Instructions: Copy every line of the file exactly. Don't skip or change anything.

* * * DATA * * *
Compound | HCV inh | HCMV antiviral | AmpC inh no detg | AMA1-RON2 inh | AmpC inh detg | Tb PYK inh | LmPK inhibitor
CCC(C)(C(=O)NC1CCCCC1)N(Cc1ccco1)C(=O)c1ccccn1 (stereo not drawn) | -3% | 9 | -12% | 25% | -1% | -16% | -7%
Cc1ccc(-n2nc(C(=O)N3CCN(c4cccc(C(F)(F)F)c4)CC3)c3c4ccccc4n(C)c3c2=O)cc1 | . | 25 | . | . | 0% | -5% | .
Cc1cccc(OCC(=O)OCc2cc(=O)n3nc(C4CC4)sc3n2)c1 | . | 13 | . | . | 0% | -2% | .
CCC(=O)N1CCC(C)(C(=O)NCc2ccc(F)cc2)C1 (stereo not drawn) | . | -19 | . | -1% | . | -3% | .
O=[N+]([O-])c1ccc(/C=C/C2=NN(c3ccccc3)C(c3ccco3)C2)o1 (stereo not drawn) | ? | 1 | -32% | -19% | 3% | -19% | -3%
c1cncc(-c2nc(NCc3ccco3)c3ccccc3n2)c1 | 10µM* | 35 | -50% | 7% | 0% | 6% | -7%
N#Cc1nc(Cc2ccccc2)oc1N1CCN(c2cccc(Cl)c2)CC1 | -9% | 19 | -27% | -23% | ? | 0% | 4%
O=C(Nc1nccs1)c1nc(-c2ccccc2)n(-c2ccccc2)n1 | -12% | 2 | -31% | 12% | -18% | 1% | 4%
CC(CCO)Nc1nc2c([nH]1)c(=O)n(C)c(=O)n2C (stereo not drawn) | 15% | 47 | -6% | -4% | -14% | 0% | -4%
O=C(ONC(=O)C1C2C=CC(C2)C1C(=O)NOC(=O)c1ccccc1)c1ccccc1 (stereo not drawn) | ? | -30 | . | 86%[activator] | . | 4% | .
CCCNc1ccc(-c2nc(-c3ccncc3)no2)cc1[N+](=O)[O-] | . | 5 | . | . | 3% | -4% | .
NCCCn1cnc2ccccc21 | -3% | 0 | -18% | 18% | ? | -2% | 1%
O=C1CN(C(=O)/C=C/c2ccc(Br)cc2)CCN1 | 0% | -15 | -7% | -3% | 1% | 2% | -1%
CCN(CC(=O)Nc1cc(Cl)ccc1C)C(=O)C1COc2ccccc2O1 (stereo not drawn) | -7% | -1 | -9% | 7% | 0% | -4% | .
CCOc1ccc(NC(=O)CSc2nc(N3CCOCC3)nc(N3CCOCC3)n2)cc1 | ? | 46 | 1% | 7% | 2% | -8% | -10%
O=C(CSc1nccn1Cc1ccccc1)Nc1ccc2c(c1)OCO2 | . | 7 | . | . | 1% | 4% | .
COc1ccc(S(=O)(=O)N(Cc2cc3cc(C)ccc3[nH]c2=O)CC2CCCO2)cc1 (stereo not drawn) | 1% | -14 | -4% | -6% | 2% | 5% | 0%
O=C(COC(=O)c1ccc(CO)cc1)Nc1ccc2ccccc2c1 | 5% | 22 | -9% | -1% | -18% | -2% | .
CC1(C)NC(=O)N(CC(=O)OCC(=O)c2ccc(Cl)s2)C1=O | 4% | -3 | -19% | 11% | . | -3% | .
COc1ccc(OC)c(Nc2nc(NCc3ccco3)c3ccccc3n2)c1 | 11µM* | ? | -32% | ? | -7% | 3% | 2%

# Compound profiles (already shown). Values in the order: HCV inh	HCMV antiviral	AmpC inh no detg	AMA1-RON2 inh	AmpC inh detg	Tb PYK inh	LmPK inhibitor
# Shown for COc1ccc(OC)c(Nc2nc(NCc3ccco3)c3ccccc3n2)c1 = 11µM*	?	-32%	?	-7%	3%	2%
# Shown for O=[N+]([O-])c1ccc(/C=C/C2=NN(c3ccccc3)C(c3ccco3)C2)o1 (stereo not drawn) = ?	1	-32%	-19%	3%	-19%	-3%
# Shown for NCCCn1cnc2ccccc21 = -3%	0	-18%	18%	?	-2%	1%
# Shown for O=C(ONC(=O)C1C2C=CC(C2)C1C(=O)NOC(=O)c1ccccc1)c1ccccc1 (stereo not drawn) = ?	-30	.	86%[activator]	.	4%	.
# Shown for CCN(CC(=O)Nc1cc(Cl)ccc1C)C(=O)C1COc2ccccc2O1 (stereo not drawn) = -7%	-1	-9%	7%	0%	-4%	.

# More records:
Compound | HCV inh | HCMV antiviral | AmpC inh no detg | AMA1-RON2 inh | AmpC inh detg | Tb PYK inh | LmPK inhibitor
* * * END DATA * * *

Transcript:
Compound | HCV inh | HCMV antiviral | AmpC inh no detg | AMA1-RON2 inh | AmpC inh detg | Tb PYK inh | LmPK inhibitor
CCC(C)(C(=O)NC1CCCCC1)N(Cc1ccco1)C(=O)c1ccccn1 (stereo not drawn) | -3% | 9 | -12% | 25% | -1% | -16% | -7%
Cc1ccc(-n2nc(C(=O)N3CCN(c4cccc(C(F)(F)F)c4)CC3)c3c4ccccc4n(C)c3c2=O)cc1 | . | 25 | . | . | 0% | -5% | .
Cc1cccc(OCC(=O)OCc2cc(=O)n3nc(C4CC4)sc3n2)c1 | . | 13 | . | . | 0% | -2% | .
CCC(=O)N1CCC(C)(C(=O)NCc2ccc(F)cc2)C1 (stereo not drawn) | . | -19 | . | -1% | . | -3% | .
O=[N+]([O-])c1ccc(/C=C/C2=NN(c3ccccc3)C(c3ccco3)C2)o1 (stereo not drawn) | ? | 1 | -32% | -19% | 3% | -19% | -3%
c1cncc(-c2nc(NCc3ccco3)c3ccccc3n2)c1 | 10µM* | 35 | -50% | 7% | 0% | 6% | -7%
N#Cc1nc(Cc2ccccc2)oc1N1CCN(c2cccc(Cl)c2)CC1 | -9% | 19 | -27% | -23% | ? | 0% | 4%
O=C(Nc1nccs1)c1nc(-c2ccccc2)n(-c2ccccc2)n1 | -12% | 2 | -31% | 12% | -18% | 1% | 4%
CC(CCO)Nc1nc2c([nH]1)c(=O)n(C)c(=O)n2C (stereo not drawn) | 15% | 47 | -6% | -4% | -14% | 0% | -4%
O=C(ONC(=O)C1C2C=CC(C2)C1C(=O)NOC(=O)c1ccccc1)c1ccccc1 (stereo not drawn) | ? | -30 | . | 86%[activator] | . | 4% | .
CCCNc1ccc(-c2nc(-c3ccncc3)no2)cc1[N+](=O)[O-] | . | 5 | . | . | 3% | -4% | .
NCCCn1cnc2ccccc21 | -3% | 0 | -18% | 18% | ? | -2% | 1%
O=C1CN(C(=O)/C=C/c2ccc(Br)cc2)CCN1 | 0% | -15 | -7% | -3% | 1% | 2% | -1%
CCN(CC(=O)Nc1cc(Cl)ccc1C)C(=O)C1COc2ccccc2O1 (stereo not drawn) | -7% | -1 | -9% | 7% | 0% | -4% | .
CCOc1ccc(NC(=O)CSc2nc(N3CCOCC3)nc(N3CCOCC3)n2)cc1 | ? | 46 | 1% | 7% | 2% | -8% | -10%
O=C(CSc1nccn1Cc1ccccc1)Nc1ccc2c(c1)OCO2 | . | 7 | . | . | 1% | 4% | .
COc1ccc(S(=O)(=O)N(Cc2cc3cc(C)ccc3[nH]c2=O)CC2CCCO2)cc1 (stereo not drawn) | 1% | -14 | -4% | -6% | 2% | 5% | 0%
O=C(COC(=O)c1ccc(CO)cc1)Nc1ccc2ccccc2c1 | 5% | 22 | -9% | -1% | -18% | -2% | .
CC1(C)NC(=O)N(CC(=O)OCC(=O)c2ccc(Cl)s2)C1=O | 4% | -3 | -19% | 11% | . | -3% | .
COc1ccc(OC)c(Nc2nc(NCc3ccco3)c3ccccc3n2)c1 | 11µM* | ? | -32% | ? | -7% | 3% | 2%

# Compound profiles (already shown). Values in the order: HCV inh	HCMV antiviral	AmpC inh no detg	AMA1-RON2 inh	AmpC inh detg	Tb PYK inh	LmPK inhibitor
# Shown for COc1ccc(OC)c(Nc2nc(NCc3ccco3)c3ccccc3n2)c1 = 11µM*	?	-32%	?	-7%	3%	2%
# Shown for O=[N+]([O-])c1ccc(/C=C/C2=NN(c3ccccc3)C(c3ccco3)C2)o1 (stereo not drawn) = ?	1	-32%	-19%	3%	-19%	-3%
# Shown for NCCCn1cnc2ccccc21 = -3%	0	-18%	18%	?	-2%	1%
# Shown for O=C(ONC(=O)C1C2C=CC(C2)C1C(=O)NOC(=O)c1ccccc1)c1ccccc1 (stereo not drawn) = ?	-30	.	86%[activator]	.	4%	.
# Shown for CCN(CC(=O)Nc1cc(Cl)ccc1C)C(=O)C1COc2ccccc2O1 (stereo not drawn) = -7%	-1	-9%	7%	0%	-4%	.

# More records:
Compound | HCV inh | HCMV antiviral | AmpC inh no detg | AMA1-RON2 inh | AmpC inh detg | Tb PYK inh | LmPK inhibitor